In LBCO, as in all materials, negatively charged electrons repel one another. But by trying to stay as far apart as possible, each individual electron is confined to a limited space, which costs energy. To achieve a lower-energy state, the electrons arrange themselves with their spins aligned in alternating directions on adjacent atoms, a configuration known as antiferromagnetic order.
As mentioned above, scientists can dope the material with electron "holes," or the absence of electrons, to allow the electrons/holes to move more freely and carry current as a superconductor. The question is: How do these holes arrange themselves?
Brookhaven physicist John Tranquada answered that question during his talk about superconducting "stripes" at the March 2007 meeting of the American Physical Society. Studies conducted by Tranquada and other Brookhaven researchers support the controversial theory that the holes segregate themselves into stripes that alternate with antiferromagnetic regions in the material.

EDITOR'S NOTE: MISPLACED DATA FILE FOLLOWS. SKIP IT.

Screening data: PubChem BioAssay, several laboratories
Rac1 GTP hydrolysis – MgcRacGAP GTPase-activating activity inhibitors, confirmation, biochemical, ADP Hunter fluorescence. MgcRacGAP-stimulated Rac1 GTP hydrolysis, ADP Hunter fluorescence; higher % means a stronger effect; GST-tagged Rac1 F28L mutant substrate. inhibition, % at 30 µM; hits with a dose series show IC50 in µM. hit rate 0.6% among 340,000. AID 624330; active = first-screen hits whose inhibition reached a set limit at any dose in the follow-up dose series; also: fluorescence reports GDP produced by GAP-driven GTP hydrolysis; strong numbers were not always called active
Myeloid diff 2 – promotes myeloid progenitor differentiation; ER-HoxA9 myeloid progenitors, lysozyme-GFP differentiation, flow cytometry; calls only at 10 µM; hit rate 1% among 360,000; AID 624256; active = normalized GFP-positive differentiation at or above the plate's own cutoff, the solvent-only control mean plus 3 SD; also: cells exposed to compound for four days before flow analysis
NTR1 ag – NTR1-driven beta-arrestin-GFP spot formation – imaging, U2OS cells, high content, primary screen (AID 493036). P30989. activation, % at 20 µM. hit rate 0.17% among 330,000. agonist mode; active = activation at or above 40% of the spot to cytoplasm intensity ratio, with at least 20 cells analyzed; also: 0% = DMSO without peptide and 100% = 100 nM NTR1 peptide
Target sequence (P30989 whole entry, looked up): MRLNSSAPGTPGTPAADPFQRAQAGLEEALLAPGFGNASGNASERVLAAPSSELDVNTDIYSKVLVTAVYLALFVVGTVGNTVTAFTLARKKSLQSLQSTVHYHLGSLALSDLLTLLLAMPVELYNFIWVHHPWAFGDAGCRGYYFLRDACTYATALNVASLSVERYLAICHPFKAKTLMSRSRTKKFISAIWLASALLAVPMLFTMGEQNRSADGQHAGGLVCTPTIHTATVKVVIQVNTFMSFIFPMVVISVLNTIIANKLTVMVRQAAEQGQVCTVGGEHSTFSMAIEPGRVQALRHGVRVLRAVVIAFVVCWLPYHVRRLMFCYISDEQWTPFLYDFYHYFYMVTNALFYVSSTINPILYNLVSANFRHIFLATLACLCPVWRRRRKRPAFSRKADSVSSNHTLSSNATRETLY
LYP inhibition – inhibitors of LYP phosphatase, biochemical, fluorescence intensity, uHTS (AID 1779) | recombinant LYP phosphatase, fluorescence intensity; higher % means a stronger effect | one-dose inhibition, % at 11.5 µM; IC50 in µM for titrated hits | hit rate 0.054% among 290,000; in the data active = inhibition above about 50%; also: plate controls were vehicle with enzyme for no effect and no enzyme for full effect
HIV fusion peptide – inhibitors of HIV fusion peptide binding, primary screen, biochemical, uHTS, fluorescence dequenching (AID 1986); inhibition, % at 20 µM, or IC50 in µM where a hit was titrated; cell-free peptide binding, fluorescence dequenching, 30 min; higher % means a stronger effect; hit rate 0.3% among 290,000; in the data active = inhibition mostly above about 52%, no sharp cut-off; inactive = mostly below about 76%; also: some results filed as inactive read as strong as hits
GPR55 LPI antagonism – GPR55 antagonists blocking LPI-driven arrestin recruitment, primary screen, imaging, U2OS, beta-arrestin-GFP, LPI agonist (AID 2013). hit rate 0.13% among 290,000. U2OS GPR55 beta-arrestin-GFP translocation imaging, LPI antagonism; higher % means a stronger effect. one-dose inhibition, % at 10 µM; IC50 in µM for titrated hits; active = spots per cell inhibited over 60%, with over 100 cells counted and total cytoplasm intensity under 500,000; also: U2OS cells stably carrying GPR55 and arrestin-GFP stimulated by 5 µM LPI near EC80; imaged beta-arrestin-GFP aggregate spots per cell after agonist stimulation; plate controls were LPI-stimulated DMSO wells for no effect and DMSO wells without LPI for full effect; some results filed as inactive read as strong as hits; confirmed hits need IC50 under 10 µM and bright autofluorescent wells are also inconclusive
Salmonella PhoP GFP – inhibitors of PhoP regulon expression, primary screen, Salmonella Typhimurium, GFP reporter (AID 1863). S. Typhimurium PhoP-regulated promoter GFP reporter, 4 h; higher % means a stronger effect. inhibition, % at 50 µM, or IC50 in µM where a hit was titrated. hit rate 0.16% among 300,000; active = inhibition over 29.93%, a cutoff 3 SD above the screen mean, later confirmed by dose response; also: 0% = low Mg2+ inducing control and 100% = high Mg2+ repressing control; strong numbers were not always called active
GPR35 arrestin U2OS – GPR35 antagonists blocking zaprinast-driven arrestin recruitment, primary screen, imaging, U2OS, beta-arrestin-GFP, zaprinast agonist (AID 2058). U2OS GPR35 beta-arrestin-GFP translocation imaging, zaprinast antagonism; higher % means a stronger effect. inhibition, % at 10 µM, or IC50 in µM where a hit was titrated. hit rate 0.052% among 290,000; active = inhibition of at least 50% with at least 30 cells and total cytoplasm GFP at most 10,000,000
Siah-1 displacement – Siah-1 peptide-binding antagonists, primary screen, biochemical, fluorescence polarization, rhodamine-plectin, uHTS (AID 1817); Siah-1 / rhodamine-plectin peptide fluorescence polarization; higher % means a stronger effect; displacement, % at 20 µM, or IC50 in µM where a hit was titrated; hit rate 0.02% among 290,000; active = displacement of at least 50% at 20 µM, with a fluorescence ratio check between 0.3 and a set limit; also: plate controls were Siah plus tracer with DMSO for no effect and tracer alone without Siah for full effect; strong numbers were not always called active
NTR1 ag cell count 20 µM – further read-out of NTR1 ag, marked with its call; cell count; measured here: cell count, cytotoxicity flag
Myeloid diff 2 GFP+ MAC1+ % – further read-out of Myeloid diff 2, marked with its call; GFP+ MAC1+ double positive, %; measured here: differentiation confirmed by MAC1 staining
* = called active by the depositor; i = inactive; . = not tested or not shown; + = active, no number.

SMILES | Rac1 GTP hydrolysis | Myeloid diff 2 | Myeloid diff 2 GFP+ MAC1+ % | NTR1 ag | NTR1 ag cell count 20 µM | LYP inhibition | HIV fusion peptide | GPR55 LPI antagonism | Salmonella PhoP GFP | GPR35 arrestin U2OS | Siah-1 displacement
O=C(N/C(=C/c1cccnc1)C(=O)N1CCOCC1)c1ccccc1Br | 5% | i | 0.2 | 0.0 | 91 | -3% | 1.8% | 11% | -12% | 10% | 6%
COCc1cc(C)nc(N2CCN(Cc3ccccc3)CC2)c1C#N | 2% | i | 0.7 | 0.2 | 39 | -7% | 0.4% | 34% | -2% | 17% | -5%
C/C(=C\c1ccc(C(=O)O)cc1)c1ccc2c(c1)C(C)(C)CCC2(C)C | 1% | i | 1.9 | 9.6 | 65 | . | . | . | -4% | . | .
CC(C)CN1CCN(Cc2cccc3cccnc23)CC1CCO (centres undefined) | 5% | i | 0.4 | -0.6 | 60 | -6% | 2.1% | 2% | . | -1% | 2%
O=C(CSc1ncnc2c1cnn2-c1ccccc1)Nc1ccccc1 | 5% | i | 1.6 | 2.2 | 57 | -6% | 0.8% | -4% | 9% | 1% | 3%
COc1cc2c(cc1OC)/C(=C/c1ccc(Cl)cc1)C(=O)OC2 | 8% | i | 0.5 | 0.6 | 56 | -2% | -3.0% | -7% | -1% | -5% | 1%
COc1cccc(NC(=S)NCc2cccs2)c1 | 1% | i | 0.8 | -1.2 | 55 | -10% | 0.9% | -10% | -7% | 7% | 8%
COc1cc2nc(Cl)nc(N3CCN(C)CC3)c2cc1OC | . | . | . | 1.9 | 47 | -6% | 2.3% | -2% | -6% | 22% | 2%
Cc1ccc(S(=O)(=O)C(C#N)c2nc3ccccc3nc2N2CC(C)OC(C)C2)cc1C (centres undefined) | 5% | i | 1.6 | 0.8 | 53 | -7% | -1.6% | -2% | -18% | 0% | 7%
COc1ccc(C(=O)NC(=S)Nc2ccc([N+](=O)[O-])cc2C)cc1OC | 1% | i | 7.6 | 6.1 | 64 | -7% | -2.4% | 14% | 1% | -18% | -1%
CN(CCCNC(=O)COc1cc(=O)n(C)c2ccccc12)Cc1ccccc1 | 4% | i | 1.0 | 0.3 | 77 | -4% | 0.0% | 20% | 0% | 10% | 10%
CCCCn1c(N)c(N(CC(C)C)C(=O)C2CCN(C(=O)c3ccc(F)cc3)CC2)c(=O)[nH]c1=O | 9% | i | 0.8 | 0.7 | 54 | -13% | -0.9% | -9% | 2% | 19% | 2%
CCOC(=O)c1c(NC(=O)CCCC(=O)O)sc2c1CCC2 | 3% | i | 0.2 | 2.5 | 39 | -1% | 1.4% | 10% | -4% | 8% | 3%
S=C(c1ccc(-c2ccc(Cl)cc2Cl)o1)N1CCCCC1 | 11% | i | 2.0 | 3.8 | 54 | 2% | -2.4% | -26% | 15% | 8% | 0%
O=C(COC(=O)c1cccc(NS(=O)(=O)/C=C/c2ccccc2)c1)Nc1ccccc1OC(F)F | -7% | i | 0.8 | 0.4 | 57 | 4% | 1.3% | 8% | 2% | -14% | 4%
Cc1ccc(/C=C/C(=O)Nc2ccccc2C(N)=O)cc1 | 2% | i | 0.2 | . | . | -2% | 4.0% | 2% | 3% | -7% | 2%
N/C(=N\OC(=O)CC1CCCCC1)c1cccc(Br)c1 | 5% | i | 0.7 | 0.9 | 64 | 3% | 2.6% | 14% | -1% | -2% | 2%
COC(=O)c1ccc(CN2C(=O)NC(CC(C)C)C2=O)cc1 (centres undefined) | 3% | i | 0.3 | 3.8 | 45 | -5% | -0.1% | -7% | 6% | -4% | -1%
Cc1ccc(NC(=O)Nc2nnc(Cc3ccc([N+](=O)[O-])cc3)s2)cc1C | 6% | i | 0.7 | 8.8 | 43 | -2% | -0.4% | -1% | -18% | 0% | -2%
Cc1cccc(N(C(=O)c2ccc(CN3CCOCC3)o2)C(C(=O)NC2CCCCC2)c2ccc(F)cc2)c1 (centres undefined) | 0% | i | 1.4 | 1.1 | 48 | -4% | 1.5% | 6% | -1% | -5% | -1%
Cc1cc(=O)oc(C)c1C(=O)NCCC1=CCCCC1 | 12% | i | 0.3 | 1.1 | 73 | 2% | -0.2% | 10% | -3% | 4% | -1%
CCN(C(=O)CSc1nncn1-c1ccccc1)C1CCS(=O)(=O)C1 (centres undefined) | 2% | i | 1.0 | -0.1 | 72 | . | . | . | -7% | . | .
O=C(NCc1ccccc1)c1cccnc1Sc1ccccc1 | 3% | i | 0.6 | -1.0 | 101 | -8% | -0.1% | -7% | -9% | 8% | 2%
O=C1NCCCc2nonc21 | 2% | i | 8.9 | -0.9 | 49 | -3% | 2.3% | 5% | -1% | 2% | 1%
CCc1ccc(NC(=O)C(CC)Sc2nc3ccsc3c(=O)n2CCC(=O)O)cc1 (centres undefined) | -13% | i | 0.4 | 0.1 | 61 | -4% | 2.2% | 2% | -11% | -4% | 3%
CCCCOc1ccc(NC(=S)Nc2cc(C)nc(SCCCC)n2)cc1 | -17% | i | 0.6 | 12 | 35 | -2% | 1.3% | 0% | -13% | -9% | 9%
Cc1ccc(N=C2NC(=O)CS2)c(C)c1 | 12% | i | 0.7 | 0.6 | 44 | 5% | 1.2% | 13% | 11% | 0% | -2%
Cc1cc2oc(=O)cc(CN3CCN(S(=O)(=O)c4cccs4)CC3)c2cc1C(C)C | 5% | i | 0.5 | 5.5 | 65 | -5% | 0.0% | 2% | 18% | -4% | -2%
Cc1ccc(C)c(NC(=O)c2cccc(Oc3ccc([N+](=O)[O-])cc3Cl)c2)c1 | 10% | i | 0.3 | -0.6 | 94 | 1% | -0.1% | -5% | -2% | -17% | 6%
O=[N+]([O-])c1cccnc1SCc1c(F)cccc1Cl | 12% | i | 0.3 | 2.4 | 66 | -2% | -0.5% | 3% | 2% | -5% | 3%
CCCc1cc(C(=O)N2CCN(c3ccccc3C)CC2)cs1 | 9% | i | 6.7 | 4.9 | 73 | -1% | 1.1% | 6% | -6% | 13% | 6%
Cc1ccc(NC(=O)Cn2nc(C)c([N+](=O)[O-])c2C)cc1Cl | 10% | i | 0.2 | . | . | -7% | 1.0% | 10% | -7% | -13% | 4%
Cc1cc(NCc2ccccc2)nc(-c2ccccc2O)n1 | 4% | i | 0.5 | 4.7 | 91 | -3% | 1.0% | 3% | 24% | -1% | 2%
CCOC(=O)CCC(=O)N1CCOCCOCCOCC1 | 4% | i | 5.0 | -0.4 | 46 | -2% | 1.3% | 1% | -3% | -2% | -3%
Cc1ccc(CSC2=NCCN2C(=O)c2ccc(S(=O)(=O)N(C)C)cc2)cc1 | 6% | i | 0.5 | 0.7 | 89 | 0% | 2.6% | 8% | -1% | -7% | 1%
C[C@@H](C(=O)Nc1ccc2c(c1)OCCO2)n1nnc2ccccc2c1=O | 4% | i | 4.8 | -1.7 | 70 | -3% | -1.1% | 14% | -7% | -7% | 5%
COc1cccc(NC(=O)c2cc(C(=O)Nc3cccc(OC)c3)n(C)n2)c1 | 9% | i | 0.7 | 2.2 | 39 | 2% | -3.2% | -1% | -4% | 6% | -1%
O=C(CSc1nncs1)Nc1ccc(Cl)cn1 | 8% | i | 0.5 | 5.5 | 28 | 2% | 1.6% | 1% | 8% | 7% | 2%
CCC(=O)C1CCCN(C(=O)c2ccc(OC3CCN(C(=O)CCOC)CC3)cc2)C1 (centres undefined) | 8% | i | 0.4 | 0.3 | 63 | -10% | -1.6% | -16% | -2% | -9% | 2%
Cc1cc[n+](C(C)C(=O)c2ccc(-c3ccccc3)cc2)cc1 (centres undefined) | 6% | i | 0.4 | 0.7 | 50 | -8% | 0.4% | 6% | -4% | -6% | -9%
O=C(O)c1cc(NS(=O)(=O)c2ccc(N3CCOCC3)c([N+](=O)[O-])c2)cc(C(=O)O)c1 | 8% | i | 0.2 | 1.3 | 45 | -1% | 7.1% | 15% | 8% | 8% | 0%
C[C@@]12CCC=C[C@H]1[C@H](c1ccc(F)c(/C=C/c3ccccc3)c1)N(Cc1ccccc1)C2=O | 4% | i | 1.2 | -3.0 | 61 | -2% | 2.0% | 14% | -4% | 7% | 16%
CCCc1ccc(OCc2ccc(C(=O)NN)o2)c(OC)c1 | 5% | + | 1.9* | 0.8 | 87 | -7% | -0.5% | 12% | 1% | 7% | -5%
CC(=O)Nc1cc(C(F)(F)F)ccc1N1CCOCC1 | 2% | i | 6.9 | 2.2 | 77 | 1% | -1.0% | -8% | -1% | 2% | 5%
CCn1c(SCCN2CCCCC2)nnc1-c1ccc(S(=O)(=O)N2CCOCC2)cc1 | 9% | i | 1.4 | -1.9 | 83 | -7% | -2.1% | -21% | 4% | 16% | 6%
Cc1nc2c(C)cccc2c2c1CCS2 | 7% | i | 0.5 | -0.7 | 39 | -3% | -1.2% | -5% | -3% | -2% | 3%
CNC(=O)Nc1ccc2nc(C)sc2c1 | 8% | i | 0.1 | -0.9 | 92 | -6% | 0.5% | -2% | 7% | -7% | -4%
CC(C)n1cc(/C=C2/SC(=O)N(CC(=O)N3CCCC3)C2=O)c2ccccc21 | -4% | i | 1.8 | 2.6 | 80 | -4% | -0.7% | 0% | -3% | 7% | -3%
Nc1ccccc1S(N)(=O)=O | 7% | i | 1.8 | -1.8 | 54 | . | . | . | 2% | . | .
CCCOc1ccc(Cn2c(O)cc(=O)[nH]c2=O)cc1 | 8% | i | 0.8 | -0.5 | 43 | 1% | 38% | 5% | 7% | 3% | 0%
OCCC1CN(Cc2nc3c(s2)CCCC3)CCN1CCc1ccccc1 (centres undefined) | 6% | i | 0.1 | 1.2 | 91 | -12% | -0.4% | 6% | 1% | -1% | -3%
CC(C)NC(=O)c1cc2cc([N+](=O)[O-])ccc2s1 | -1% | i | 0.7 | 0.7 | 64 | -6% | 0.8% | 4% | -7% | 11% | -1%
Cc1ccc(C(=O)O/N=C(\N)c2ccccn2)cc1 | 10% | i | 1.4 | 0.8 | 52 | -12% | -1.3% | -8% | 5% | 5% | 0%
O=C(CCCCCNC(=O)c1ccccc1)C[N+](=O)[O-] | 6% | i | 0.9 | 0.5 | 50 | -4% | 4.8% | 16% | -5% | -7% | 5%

"There's a lot of excitement in trying to understand why these materials are superconducting, and there's plenty of controversy surrounding it," Tranquada said.
Most recently, Tranquada's research group examined the effect of the stripes on vibrations in the crystal lattice. Lattice vibrations play a role in pairing up the electrons that carry current in conventional superconductors. At the Laboratorie Leon Brillouin, Saclay, in France, researchers bombarded samples of superconducting materials and the same stripe-ordered non-superconductor with beams of neutrons and measured how the beams scattered.
Comparing the energy and momentum of the incoming beams with those scattered by the samples gives the scientists a measure of how much energy and momentum is transferred to the lattice vibrations. Each of these vibrations normally has a particular, well-defined frequency for a given wavelength. But in the superconductor experiment, at a particular wavelength, the scientists observed an anomaly: a wider range of frequencies in the lattice vibrations.
The scientists observed this anomalous signature most clearly in samples with observable stripe order, but they also saw it in samples of good superconductors without static stripes. This indicates the presence of dynamic stripes - meaning that the stripes can wiggle through the crystal lattice - and suggests that stripes might be important in the mechanism for high-Tc superconductivity, Tranquada said.